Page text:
You want science?! Actual scientists have PROVEN that music education enhances the learning in other subjects. Yep that’s right! You want more children to understand trigonometry? Give them a piano. Need higher grades in an English class? Pass them a bassoon. Struggling with Quantum Physics (who doesn’t?) Here, have a glockenspiel.*

*Please note, instruments listed are not necessarily linked to success in the relative subject listed above. Well actually, maybe the bassoon can make Shakespeare a little easier to understand, who knows? Give it a bash next time you read through Romeo and Juliet.


The point I’m trying to make is that art subjects are unique in that they teach you so many things a textbook or exam paper simply can’t. Guess what? My revision technique was based on how I broke down and learnt a test piece or solo. I got full marks in my speaking and listening presentation because I was that used to performing I had the confidence to speak to a class of 30 people about why I hated Katie Price (yep that was a real subject I chose to speak on). Furthermore, like I’ve said in previous posts, being an ‘art kid’ has brought me discipline, social skills, imagination and CONFIDENCE, which in my opinion are just as important as academic skills.


Up until the age of nine I was a painfully shy child. I hated school services and nativities so much I made my mum sit somewhere where I couldn’t see her because I didn’t like the thought of people looking at me, especially people I knew. For those who know me now, this might come as a surprise because now I would say I’m a reasonably confident, assertive person. Getting involved in performing in drama productions or concerts gave me this confidence I didn’t learn in the classroom. For some children this confidence does come from an academic subject or sports, which is fantastic and I’m not saying music should take priority over everything else. I do understand that there are people that feel the same way about the arts as I do about football (absolute rubbish). All I’m asking is for art subjects to be taken just as seriously, because for some people this is a very serious career choice and if they’ve got the ambition and drive to do it, shouldn’t this be encouraged? You’d encourage a child to fulfil their dream of being a doctor, why not a musician?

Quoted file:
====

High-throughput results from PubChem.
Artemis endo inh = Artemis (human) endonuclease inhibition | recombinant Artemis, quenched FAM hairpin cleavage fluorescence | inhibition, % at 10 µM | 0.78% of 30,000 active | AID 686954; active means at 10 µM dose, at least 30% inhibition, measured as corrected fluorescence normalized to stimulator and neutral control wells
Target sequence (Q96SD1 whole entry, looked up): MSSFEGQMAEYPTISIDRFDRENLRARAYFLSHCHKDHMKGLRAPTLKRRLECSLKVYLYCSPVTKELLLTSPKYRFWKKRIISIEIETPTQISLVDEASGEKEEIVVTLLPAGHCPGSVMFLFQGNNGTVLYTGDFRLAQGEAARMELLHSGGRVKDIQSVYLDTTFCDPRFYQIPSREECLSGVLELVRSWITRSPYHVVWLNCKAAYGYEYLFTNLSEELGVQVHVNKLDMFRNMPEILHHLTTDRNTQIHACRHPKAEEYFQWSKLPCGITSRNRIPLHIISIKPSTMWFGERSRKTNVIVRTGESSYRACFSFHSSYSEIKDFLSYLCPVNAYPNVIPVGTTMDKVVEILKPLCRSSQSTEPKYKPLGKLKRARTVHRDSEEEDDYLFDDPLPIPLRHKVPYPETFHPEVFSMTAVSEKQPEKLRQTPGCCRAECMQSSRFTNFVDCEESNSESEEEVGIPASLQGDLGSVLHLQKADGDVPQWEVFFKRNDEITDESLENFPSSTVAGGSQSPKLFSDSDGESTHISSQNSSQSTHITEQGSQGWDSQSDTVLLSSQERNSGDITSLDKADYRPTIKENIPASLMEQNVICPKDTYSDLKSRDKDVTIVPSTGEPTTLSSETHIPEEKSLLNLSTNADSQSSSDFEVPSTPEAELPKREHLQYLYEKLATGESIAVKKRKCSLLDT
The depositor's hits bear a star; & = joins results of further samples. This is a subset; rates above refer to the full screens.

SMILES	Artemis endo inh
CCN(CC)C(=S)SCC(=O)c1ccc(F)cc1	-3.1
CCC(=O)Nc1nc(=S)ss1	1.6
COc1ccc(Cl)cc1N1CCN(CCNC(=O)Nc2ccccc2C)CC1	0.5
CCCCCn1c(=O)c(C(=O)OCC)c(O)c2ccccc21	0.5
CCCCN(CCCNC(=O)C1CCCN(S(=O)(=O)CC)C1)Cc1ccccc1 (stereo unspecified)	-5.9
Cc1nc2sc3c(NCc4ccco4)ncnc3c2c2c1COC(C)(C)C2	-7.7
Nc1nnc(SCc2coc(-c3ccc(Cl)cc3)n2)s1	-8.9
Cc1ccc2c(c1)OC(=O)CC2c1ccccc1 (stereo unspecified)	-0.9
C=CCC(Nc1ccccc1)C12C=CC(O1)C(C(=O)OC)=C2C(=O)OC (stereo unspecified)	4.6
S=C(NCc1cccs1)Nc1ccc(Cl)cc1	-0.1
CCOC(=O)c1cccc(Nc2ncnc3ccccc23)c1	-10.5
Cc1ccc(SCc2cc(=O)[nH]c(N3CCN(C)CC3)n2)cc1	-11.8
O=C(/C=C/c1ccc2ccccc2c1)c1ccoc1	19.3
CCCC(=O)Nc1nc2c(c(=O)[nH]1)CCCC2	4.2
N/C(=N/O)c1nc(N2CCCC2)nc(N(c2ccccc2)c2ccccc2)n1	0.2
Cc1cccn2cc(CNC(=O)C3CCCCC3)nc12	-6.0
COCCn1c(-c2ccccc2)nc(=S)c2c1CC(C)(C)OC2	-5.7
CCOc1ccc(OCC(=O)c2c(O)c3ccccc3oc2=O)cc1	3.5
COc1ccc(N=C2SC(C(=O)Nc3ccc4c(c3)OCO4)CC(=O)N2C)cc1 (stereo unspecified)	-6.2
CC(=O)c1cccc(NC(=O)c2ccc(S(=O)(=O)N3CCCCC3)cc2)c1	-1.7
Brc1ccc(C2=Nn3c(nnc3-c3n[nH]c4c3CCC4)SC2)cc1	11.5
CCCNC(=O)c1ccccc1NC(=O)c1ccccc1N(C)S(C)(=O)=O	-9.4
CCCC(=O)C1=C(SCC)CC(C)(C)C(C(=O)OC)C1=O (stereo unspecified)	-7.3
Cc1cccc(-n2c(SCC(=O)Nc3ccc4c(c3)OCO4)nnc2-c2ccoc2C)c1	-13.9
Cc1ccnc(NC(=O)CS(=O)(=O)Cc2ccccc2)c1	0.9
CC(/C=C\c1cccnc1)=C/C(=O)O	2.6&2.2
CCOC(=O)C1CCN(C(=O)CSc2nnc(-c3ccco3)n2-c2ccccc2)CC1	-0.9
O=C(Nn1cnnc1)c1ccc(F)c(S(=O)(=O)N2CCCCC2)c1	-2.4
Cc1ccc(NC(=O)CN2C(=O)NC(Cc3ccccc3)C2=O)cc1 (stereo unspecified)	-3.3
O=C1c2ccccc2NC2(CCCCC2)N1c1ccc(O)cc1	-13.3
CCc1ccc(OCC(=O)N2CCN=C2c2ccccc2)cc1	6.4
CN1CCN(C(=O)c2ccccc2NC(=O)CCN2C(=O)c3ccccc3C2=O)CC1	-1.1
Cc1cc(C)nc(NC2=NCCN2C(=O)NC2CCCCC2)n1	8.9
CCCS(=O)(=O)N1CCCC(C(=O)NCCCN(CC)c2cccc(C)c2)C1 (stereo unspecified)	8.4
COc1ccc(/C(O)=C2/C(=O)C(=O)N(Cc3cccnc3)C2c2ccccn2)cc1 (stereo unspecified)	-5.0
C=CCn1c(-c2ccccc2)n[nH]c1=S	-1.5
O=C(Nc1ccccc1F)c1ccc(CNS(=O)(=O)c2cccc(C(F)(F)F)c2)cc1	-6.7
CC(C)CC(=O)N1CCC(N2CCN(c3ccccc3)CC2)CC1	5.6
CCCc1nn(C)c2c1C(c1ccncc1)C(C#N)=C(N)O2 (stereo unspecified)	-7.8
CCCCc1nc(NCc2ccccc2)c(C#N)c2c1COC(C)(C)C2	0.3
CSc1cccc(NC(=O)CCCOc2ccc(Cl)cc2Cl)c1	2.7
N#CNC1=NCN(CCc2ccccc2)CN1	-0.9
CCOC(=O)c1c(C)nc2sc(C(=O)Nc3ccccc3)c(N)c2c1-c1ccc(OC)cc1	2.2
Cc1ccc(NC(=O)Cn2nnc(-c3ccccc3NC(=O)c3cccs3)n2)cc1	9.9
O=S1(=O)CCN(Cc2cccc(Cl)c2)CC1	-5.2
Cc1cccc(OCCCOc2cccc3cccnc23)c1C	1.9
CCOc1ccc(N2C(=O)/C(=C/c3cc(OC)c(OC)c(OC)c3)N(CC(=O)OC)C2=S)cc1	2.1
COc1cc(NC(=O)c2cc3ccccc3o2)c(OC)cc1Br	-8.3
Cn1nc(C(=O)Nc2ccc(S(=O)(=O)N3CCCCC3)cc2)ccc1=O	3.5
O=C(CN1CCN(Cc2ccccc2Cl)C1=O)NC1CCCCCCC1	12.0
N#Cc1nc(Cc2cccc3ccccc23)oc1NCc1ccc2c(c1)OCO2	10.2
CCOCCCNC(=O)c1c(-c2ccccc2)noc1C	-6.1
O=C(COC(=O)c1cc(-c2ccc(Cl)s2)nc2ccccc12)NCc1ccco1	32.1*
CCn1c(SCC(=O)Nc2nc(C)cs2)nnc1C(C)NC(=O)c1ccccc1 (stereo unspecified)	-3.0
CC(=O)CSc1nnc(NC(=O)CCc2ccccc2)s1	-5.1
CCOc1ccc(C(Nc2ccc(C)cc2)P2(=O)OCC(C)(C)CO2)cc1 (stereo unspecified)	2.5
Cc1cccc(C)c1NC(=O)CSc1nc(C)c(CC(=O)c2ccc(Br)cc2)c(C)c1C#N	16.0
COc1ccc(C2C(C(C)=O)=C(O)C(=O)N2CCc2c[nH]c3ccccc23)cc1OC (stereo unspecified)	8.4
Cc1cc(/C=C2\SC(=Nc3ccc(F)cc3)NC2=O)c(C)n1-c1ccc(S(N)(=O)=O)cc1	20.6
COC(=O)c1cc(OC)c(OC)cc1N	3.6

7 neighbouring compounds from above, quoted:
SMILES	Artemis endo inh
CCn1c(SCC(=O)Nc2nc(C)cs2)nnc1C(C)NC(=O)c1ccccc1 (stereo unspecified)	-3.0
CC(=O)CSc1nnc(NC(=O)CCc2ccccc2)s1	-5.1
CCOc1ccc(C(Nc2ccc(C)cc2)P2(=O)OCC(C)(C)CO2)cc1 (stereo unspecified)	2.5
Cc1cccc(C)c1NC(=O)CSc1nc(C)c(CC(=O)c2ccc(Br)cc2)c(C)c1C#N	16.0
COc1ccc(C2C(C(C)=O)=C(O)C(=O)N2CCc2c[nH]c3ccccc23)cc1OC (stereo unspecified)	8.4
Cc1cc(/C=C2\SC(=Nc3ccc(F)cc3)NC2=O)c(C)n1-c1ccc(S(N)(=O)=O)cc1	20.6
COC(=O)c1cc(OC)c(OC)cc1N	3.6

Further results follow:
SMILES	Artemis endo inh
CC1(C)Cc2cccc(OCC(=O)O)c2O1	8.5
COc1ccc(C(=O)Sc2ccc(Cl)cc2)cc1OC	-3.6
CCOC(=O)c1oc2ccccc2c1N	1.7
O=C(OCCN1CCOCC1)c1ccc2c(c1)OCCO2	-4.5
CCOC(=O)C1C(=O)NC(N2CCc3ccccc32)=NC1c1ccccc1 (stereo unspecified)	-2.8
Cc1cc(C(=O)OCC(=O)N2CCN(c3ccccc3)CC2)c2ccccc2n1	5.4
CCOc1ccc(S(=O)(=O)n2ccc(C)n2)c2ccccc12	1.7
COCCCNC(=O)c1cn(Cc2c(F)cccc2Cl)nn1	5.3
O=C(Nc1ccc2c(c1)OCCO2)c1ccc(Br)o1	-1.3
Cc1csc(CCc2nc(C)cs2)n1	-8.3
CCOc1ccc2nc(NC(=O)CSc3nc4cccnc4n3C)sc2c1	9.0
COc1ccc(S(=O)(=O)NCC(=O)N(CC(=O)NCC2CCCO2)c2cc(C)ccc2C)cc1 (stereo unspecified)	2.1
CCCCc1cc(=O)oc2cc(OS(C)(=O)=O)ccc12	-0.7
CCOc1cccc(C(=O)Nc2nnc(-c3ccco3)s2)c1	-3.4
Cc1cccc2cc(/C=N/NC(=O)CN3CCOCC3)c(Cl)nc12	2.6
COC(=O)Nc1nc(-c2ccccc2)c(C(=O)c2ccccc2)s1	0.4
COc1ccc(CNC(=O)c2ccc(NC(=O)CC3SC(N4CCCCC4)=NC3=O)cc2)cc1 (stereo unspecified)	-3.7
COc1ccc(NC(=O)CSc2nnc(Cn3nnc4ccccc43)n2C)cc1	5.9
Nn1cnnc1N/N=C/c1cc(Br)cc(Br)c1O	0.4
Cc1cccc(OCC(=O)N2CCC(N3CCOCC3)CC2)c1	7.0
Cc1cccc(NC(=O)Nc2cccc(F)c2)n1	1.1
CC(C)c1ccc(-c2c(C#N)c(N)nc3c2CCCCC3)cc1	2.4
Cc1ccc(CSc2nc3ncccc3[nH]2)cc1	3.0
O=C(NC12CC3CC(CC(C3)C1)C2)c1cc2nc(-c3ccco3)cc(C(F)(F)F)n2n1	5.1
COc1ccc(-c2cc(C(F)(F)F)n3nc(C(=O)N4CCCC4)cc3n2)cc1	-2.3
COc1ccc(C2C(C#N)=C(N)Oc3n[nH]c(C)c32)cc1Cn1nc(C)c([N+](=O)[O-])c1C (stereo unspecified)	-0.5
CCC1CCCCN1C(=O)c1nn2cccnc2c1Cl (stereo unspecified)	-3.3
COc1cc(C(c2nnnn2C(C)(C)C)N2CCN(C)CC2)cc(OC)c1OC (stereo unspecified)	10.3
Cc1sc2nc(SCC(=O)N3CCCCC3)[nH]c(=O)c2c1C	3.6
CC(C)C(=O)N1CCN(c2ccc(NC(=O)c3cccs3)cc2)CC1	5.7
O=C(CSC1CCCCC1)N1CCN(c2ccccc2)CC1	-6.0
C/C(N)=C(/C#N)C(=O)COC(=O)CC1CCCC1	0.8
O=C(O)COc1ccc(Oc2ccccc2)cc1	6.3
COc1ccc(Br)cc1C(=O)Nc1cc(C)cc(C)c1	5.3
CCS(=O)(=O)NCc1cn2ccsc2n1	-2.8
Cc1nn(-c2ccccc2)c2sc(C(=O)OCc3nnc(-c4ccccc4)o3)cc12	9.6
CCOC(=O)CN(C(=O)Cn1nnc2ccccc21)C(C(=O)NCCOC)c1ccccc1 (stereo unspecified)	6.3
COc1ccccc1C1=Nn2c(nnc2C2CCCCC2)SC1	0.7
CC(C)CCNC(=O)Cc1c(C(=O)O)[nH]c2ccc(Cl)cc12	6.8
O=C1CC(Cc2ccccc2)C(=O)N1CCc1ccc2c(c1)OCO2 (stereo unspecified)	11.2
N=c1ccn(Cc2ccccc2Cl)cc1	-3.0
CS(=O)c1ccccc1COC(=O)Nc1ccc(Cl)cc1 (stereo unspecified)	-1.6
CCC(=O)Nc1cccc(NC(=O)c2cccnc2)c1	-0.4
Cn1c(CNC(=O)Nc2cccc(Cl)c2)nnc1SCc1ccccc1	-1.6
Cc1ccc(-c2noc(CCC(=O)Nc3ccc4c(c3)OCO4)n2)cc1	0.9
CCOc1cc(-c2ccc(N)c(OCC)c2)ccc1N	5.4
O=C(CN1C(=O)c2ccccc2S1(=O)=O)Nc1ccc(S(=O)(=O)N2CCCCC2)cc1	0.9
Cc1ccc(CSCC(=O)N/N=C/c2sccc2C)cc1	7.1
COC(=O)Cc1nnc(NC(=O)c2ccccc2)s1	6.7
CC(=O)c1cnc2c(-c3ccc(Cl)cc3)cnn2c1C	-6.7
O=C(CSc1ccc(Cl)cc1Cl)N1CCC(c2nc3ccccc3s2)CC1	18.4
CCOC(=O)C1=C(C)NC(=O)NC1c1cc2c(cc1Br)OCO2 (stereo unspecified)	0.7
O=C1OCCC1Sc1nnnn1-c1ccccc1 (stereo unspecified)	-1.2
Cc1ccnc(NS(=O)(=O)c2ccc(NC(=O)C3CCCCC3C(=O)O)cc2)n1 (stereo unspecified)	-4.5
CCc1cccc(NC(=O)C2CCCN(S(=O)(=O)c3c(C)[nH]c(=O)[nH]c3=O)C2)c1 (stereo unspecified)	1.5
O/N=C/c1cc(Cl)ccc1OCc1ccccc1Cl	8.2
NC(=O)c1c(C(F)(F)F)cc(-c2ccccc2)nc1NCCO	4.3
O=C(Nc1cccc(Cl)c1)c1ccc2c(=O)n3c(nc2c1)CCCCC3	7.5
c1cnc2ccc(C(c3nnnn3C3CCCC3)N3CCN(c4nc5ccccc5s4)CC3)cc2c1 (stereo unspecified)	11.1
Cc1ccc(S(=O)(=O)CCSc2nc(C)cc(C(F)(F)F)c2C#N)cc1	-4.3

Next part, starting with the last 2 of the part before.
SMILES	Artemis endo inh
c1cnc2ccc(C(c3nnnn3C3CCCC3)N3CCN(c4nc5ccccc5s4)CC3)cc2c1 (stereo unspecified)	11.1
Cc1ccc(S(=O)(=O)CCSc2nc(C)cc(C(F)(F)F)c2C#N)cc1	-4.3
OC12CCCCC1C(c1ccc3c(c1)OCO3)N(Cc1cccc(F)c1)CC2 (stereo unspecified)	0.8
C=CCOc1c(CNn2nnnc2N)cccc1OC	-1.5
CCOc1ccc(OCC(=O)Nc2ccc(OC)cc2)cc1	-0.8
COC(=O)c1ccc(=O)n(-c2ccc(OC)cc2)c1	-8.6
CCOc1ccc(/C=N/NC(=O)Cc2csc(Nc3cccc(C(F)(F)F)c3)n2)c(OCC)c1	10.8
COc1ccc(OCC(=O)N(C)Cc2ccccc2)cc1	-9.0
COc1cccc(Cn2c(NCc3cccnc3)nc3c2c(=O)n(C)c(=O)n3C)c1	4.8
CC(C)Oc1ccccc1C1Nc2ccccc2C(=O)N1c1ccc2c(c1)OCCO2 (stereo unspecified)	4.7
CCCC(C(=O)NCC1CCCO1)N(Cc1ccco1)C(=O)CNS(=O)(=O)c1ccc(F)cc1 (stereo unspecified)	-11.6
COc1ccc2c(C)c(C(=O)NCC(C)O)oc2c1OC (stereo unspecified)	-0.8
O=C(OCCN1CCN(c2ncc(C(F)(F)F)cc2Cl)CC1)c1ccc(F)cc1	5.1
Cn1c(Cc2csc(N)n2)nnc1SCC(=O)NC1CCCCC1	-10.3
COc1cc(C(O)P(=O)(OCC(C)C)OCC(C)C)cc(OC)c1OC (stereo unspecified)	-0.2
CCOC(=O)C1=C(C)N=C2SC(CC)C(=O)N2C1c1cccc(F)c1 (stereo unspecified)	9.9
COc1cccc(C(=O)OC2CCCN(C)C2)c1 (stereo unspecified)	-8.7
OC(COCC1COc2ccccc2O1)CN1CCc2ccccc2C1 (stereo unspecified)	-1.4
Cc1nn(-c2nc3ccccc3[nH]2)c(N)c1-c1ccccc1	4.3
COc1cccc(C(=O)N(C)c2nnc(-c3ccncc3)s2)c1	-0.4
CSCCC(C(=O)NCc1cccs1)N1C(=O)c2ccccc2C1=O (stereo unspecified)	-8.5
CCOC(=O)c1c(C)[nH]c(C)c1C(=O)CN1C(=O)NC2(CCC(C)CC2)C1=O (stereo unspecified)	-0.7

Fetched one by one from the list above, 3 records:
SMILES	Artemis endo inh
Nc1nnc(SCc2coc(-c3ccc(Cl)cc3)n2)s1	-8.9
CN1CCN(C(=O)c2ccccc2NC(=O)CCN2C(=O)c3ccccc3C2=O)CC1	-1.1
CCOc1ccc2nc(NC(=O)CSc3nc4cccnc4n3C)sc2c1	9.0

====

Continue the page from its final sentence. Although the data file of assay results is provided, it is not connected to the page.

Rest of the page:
If you’re one of those people who think ‘art kids’ are lesser or these subjects are worth less than academics (Theresa May, I’m looking at you), then please do me a favour. Get rid of your radio. Unsubscribe from any music streaming service. Trash your telly. Don’t bother going to an art gallery, cinema or the theatre, because without the ‘art kids’ all these things our society celebrates will die out if you don’t support art education.

I think Mrs May is more likely to support farmers more than musicians anyway considering her obsession with wheat.


All children are and always will be DIFFERENT, so why can’t we DIVERSIFY the curriculum and give all children a more EQUAL chance. Teach a book through performing a play. As you would fund a sports facility to come in and do a tennis or football session, why not put a little bit of money into funding a drama troupe to do a workshop (by the way, serious respect to the teachers out there that find the time to run extra-curricular art/drama/music clubs). I’m not looking at teachers to change this, you do more than expected of you anyway, it’s the ‘educational powers that be’ who need to take a good long look at what kind of education they’re promoting.


A child’s progress is not relative to how many points they can score on a spelling test, it’s how much that child takes away at the end of the day. By not caging them in a box, you may be teaching a child that could go on to be a music therapist working with children with special educational needs, a music teacher who changes the lives of other children, an award-winning actor, maybe even a politician that has a shred of imagination and creativity- now wouldn’t that be an interesting idea!